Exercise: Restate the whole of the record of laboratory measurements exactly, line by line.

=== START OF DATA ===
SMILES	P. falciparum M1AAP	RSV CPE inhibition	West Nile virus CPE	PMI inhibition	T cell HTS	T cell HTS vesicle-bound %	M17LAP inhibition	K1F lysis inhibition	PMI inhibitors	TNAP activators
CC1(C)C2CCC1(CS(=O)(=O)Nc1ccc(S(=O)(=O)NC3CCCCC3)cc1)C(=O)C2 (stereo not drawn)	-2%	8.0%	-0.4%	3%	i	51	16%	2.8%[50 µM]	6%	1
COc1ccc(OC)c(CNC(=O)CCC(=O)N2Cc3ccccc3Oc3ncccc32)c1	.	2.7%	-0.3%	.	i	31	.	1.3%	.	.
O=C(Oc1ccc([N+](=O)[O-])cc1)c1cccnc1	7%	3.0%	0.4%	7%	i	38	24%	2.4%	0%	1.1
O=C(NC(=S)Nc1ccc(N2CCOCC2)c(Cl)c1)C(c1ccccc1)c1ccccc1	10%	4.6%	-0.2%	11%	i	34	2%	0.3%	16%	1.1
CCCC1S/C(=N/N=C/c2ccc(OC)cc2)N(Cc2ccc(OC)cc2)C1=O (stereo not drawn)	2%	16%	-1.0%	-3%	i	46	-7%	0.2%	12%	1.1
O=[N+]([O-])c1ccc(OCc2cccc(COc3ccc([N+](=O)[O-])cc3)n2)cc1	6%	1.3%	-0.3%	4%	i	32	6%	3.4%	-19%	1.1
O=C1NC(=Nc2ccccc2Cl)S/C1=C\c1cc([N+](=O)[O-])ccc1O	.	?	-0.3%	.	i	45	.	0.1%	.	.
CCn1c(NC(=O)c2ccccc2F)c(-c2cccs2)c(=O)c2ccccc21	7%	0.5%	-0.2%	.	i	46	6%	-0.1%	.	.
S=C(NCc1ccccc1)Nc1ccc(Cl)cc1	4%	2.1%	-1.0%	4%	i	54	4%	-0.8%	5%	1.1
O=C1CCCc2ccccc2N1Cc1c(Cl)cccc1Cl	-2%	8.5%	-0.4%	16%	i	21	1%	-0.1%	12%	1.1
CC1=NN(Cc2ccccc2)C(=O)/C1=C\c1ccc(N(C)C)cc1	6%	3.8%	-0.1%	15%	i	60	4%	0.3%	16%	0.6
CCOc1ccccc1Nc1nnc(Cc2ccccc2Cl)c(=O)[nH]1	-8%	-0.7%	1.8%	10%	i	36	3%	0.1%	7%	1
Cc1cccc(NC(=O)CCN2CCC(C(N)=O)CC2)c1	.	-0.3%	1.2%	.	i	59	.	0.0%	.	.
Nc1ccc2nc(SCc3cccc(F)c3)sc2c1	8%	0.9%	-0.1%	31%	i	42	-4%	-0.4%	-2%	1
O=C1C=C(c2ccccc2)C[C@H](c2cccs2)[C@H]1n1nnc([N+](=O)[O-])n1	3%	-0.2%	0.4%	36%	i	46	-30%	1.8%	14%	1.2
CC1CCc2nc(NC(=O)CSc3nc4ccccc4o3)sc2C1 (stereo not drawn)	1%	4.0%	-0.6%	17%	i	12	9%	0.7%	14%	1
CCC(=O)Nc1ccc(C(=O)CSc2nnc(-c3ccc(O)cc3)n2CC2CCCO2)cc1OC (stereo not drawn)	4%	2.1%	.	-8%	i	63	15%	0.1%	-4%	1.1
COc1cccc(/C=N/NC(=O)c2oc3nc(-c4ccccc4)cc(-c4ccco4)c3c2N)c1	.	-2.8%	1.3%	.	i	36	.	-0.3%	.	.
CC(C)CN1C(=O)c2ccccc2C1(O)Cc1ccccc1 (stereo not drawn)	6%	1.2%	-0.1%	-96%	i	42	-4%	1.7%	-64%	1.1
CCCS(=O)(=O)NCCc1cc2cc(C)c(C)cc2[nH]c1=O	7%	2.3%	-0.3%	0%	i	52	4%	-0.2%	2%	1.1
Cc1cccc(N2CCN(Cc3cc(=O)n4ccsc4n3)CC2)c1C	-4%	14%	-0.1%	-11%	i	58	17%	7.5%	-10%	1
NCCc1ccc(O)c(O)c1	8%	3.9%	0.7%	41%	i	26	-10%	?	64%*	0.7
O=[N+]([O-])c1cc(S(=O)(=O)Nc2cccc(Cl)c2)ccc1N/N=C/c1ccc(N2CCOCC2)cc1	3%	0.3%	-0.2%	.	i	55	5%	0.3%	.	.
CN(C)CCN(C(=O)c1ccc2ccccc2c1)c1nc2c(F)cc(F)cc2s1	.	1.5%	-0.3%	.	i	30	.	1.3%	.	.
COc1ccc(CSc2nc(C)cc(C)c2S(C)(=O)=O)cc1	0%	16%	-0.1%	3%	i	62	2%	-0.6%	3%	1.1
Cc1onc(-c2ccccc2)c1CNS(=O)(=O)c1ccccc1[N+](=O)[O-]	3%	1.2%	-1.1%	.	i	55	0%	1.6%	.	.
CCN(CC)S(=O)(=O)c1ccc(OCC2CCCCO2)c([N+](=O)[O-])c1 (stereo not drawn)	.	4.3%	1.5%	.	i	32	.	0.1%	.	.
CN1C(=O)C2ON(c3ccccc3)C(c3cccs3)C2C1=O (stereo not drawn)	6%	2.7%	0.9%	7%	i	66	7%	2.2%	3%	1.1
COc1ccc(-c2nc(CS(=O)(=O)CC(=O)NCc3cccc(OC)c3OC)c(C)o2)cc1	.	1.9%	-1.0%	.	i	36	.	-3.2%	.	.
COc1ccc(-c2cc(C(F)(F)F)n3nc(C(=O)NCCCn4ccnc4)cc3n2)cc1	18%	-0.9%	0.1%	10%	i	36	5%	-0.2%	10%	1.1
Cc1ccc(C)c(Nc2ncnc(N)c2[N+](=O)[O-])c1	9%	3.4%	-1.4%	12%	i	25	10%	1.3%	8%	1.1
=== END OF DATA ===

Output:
SMILES	P. falciparum M1AAP	RSV CPE inhibition	West Nile virus CPE	PMI inhibition	T cell HTS	T cell HTS vesicle-bound %	M17LAP inhibition	K1F lysis inhibition	PMI inhibitors	TNAP activators
CC1(C)C2CCC1(CS(=O)(=O)Nc1ccc(S(=O)(=O)NC3CCCCC3)cc1)C(=O)C2 (stereo not drawn)	-2%	8.0%	-0.4%	3%	i	51	16%	2.8%[50 µM]	6%	1
COc1ccc(OC)c(CNC(=O)CCC(=O)N2Cc3ccccc3Oc3ncccc32)c1	.	2.7%	-0.3%	.	i	31	.	1.3%	.	.
O=C(Oc1ccc([N+](=O)[O-])cc1)c1cccnc1	7%	3.0%	0.4%	7%	i	38	24%	2.4%	0%	1.1
O=C(NC(=S)Nc1ccc(N2CCOCC2)c(Cl)c1)C(c1ccccc1)c1ccccc1	10%	4.6%	-0.2%	11%	i	34	2%	0.3%	16%	1.1
CCCC1S/C(=N/N=C/c2ccc(OC)cc2)N(Cc2ccc(OC)cc2)C1=O (stereo not drawn)	2%	16%	-1.0%	-3%	i	46	-7%	0.2%	12%	1.1
O=[N+]([O-])c1ccc(OCc2cccc(COc3ccc([N+](=O)[O-])cc3)n2)cc1	6%	1.3%	-0.3%	4%	i	32	6%	3.4%	-19%	1.1
O=C1NC(=Nc2ccccc2Cl)S/C1=C\c1cc([N+](=O)[O-])ccc1O	.	?	-0.3%	.	i	45	.	0.1%	.	.
CCn1c(NC(=O)c2ccccc2F)c(-c2cccs2)c(=O)c2ccccc21	7%	0.5%	-0.2%	.	i	46	6%	-0.1%	.	.
S=C(NCc1ccccc1)Nc1ccc(Cl)cc1	4%	2.1%	-1.0%	4%	i	54	4%	-0.8%	5%	1.1
O=C1CCCc2ccccc2N1Cc1c(Cl)cccc1Cl	-2%	8.5%	-0.4%	16%	i	21	1%	-0.1%	12%	1.1
CC1=NN(Cc2ccccc2)C(=O)/C1=C\c1ccc(N(C)C)cc1	6%	3.8%	-0.1%	15%	i	60	4%	0.3%	16%	0.6
CCOc1ccccc1Nc1nnc(Cc2ccccc2Cl)c(=O)[nH]1	-8%	-0.7%	1.8%	10%	i	36	3%	0.1%	7%	1
Cc1cccc(NC(=O)CCN2CCC(C(N)=O)CC2)c1	.	-0.3%	1.2%	.	i	59	.	0.0%	.	.
Nc1ccc2nc(SCc3cccc(F)c3)sc2c1	8%	0.9%	-0.1%	31%	i	42	-4%	-0.4%	-2%	1
O=C1C=C(c2ccccc2)C[C@H](c2cccs2)[C@H]1n1nnc([N+](=O)[O-])n1	3%	-0.2%	0.4%	36%	i	46	-30%	1.8%	14%	1.2
CC1CCc2nc(NC(=O)CSc3nc4ccccc4o3)sc2C1 (stereo not drawn)	1%	4.0%	-0.6%	17%	i	12	9%	0.7%	14%	1
CCC(=O)Nc1ccc(C(=O)CSc2nnc(-c3ccc(O)cc3)n2CC2CCCO2)cc1OC (stereo not drawn)	4%	2.1%	.	-8%	i	63	15%	0.1%	-4%	1.1
COc1cccc(/C=N/NC(=O)c2oc3nc(-c4ccccc4)cc(-c4ccco4)c3c2N)c1	.	-2.8%	1.3%	.	i	36	.	-0.3%	.	.
CC(C)CN1C(=O)c2ccccc2C1(O)Cc1ccccc1 (stereo not drawn)	6%	1.2%	-0.1%	-96%	i	42	-4%	1.7%	-64%	1.1
CCCS(=O)(=O)NCCc1cc2cc(C)c(C)cc2[nH]c1=O	7%	2.3%	-0.3%	0%	i	52	4%	-0.2%	2%	1.1
Cc1cccc(N2CCN(Cc3cc(=O)n4ccsc4n3)CC2)c1C	-4%	14%	-0.1%	-11%	i	58	17%	7.5%	-10%	1
NCCc1ccc(O)c(O)c1	8%	3.9%	0.7%	41%	i	26	-10%	?	64%*	0.7
O=[N+]([O-])c1cc(S(=O)(=O)Nc2cccc(Cl)c2)ccc1N/N=C/c1ccc(N2CCOCC2)cc1	3%	0.3%	-0.2%	.	i	55	5%	0.3%	.	.
CN(C)CCN(C(=O)c1ccc2ccccc2c1)c1nc2c(F)cc(F)cc2s1	.	1.5%	-0.3%	.	i	30	.	1.3%	.	.
COc1ccc(CSc2nc(C)cc(C)c2S(C)(=O)=O)cc1	0%	16%	-0.1%	3%	i	62	2%	-0.6%	3%	1.1
Cc1onc(-c2ccccc2)c1CNS(=O)(=O)c1ccccc1[N+](=O)[O-]	3%	1.2%	-1.1%	.	i	55	0%	1.6%	.	.
CCN(CC)S(=O)(=O)c1ccc(OCC2CCCCO2)c([N+](=O)[O-])c1 (stereo not drawn)	.	4.3%	1.5%	.	i	32	.	0.1%	.	.
CN1C(=O)C2ON(c3ccccc3)C(c3cccs3)C2C1=O (stereo not drawn)	6%	2.7%	0.9%	7%	i	66	7%	2.2%	3%	1.1
COc1ccc(-c2nc(CS(=O)(=O)CC(=O)NCc3cccc(OC)c3OC)c(C)o2)cc1	.	1.9%	-1.0%	.	i	36	.	-3.2%	.	.
COc1ccc(-c2cc(C(F)(F)F)n3nc(C(=O)NCCCn4ccnc4)cc3n2)cc1	18%	-0.9%	0.1%	10%	i	36	5%	-0.2%	10%	1.1
Cc1ccc(C)c(Nc2ncnc(N)c2[N+](=O)[O-])c1	9%	3.4%	-1.4%	12%	i	25	10%	1.3%	8%	1.1